Drawing inferences and conclusions regarding someone else’s values, beliefs, experiences, statements, or stances is an incredibly bad thing to do … unless you are attempting to clarify uncertainty in your own mind regarding those values, beliefs, experiences, statements, or stances.  In general, making a statement such as “you seem to think/believe/value …” or “you have never …” or “what do you know about …” are almost always seen as attacks by that other person.  If the discussion is going to advance beyond what you think the other is thinking then the better approach is often a question such as “are you saying …” or “do I understand you to mean …”, or a statement of the form “what I am understanding you to say is …” or “what I think you are saying is …”.  Such an approach permits either clarification or agreement.

What about boundaries?  Most issues are rarely universal in scope.  Generalities by definition may not be applicable to specific circumstances or situations, and vice versa.  Those latter are often bounded by time, location, participants, and other criteria.  Knowing what those boundaries and criteria are can prevent a discussion going “off the rails” and into an unrelated wilderness, leaving everybody either lost or exhausted.  Two of the most irritating tactics used by those who like to endlessly debate a topic (any topic) are:  first, to lead their opponent into making a specific statement about a specific issue then generalizing it to an absurdity; second, to take a general statement and apply it to an equally absurd specific instance.  Both tactics are inherently argumentative and ultimately render the discussion useless.

I entitled this post as “On Civil Discourse” and I am well aware there are volumes written about the strategy and tactics of argumentation.  But in my view once discourse descends into argument there is little to be gained by continuing.  My consulting business name is Solutions Enterprises, Inc., and reflects my focus on finding effective ways to solve problems.  In business many of those problems are often seen as either intractable or unpalatable, and viable solutions out of reach.  Alternative perspectives are often required but their very nature as “alternative” solutions weigh against their adoption.  This is the crux of the matter in most discussions and arguments as well – nobody wants to abandon thoughts, values, and positions that in many cases have been built over a lifetime.  Yet the mark of the truly successful person is their ability to change when necessary.  It is often painful, but equally as often necessary.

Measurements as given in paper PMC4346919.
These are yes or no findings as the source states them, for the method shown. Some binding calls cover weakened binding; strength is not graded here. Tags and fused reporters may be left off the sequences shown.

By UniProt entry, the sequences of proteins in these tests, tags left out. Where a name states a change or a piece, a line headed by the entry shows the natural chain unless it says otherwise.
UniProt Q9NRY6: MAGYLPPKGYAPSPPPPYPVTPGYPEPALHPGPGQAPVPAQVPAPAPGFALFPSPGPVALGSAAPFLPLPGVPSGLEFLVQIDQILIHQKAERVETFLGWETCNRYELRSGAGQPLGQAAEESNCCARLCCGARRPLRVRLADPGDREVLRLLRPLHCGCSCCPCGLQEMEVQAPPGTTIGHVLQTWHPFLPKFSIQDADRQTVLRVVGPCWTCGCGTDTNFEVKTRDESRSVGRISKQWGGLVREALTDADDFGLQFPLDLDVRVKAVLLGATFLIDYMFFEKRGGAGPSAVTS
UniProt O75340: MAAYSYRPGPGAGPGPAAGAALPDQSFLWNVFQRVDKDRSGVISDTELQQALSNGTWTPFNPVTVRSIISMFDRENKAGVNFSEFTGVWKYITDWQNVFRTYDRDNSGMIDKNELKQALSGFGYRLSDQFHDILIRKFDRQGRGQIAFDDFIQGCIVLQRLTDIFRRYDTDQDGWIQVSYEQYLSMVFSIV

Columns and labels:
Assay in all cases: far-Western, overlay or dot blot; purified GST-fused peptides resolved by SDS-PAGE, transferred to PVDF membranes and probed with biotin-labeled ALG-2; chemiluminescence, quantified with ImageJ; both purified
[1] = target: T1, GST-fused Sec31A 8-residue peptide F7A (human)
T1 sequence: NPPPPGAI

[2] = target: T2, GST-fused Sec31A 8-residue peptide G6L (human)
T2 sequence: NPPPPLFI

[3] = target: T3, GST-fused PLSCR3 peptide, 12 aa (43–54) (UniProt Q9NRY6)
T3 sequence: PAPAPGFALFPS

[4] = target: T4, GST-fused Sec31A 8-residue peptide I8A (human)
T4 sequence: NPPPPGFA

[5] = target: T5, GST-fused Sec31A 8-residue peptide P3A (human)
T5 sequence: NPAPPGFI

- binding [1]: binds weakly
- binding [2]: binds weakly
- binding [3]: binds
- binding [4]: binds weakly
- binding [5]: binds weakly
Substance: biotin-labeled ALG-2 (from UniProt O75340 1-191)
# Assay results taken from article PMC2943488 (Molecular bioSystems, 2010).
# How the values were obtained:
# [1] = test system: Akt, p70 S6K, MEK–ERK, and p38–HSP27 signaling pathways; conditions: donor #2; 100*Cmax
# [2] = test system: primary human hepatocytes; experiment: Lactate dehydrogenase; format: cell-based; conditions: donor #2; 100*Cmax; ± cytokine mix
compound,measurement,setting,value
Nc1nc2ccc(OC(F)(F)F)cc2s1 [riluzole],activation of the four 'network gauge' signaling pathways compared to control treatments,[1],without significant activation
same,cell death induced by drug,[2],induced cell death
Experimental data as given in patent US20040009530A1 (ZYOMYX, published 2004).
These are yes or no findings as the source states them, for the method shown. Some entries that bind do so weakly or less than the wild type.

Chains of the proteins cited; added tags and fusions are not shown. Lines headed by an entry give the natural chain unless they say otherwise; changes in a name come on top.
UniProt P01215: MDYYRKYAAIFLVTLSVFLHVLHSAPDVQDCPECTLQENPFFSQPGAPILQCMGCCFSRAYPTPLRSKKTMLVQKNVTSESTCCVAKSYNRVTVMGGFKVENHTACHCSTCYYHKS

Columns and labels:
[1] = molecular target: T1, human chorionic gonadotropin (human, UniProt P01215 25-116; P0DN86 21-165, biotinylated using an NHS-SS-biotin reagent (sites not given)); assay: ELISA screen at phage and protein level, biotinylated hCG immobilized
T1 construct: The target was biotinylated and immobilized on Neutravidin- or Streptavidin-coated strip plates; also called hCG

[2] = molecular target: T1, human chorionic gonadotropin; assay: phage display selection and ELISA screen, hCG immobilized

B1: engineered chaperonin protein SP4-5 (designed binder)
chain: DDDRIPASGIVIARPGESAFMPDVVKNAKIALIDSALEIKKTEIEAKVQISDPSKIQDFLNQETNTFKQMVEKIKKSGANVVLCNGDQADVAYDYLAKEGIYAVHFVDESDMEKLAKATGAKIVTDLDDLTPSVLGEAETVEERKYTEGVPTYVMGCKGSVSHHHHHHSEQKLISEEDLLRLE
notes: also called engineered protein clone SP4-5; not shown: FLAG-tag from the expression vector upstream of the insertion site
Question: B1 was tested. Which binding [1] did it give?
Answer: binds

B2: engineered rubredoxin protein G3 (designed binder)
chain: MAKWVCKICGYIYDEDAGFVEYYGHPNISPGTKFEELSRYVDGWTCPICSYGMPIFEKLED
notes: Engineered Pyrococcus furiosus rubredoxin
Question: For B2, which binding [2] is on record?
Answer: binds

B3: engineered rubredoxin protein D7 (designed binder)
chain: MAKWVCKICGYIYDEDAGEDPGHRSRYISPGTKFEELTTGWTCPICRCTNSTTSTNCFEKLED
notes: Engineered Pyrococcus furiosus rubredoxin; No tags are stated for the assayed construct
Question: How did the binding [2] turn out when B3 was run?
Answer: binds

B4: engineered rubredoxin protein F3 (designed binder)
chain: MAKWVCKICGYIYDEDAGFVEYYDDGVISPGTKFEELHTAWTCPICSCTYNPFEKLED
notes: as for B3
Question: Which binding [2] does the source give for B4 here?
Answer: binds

Christmas Letter 2018

So … here is the problem:  do you take the Christmas letters I put out (I do these annually, but this is the first on my website … so deal with it) as real or fake news?  Ah, the challenges that question poses – real or fake, and how is it possible, what are the procedures, what sources do you consult, to actually make that determination?  And, how does that question relate to Christmas?

Christmas as a holiday event is unquestionably real … in this day and age … in certain parts of the world … as observed by specific cultures … in a variety of forms … spanning various time periods… well, okay, “real” is always subject to interpretation, but most people do recognize its salient characteristics.  However, Christmas sub stories are suspect to varying degrees, ranging from totally discounted as frivolous myth based on pagan practices, through a pleasant diversion from day-to-day routines, to an awe inspiring celebration of God appearing on earth in human form.

Whatever your take on Christmas, at some point you had to make a decision regarding how you personally were going to deal with its practice, and that decision was schooled by family, friends, faith, culture, and even things like finances, relationships, politics … and many other factors.

Fake or real?  Knowing there are falsehoods, even blatant lies, about certain aspects of Christmas, do you nevertheless embrace it because it is focused on supporting positive behaviors?  If you see that lies and deliberate misrepresentations engender expressions of love, fellowship, charity, happiness – does that make those lies and falsehoods okay?  That question and your answer is very much more important than some kind of simplistic intellectual exercise – it invokes that old high school quandary of determining whether or not the ends justify the means used to acquire them, and your feelings on the matter determine your behavior in ways that can result in life or death for others … and perhaps even yourself.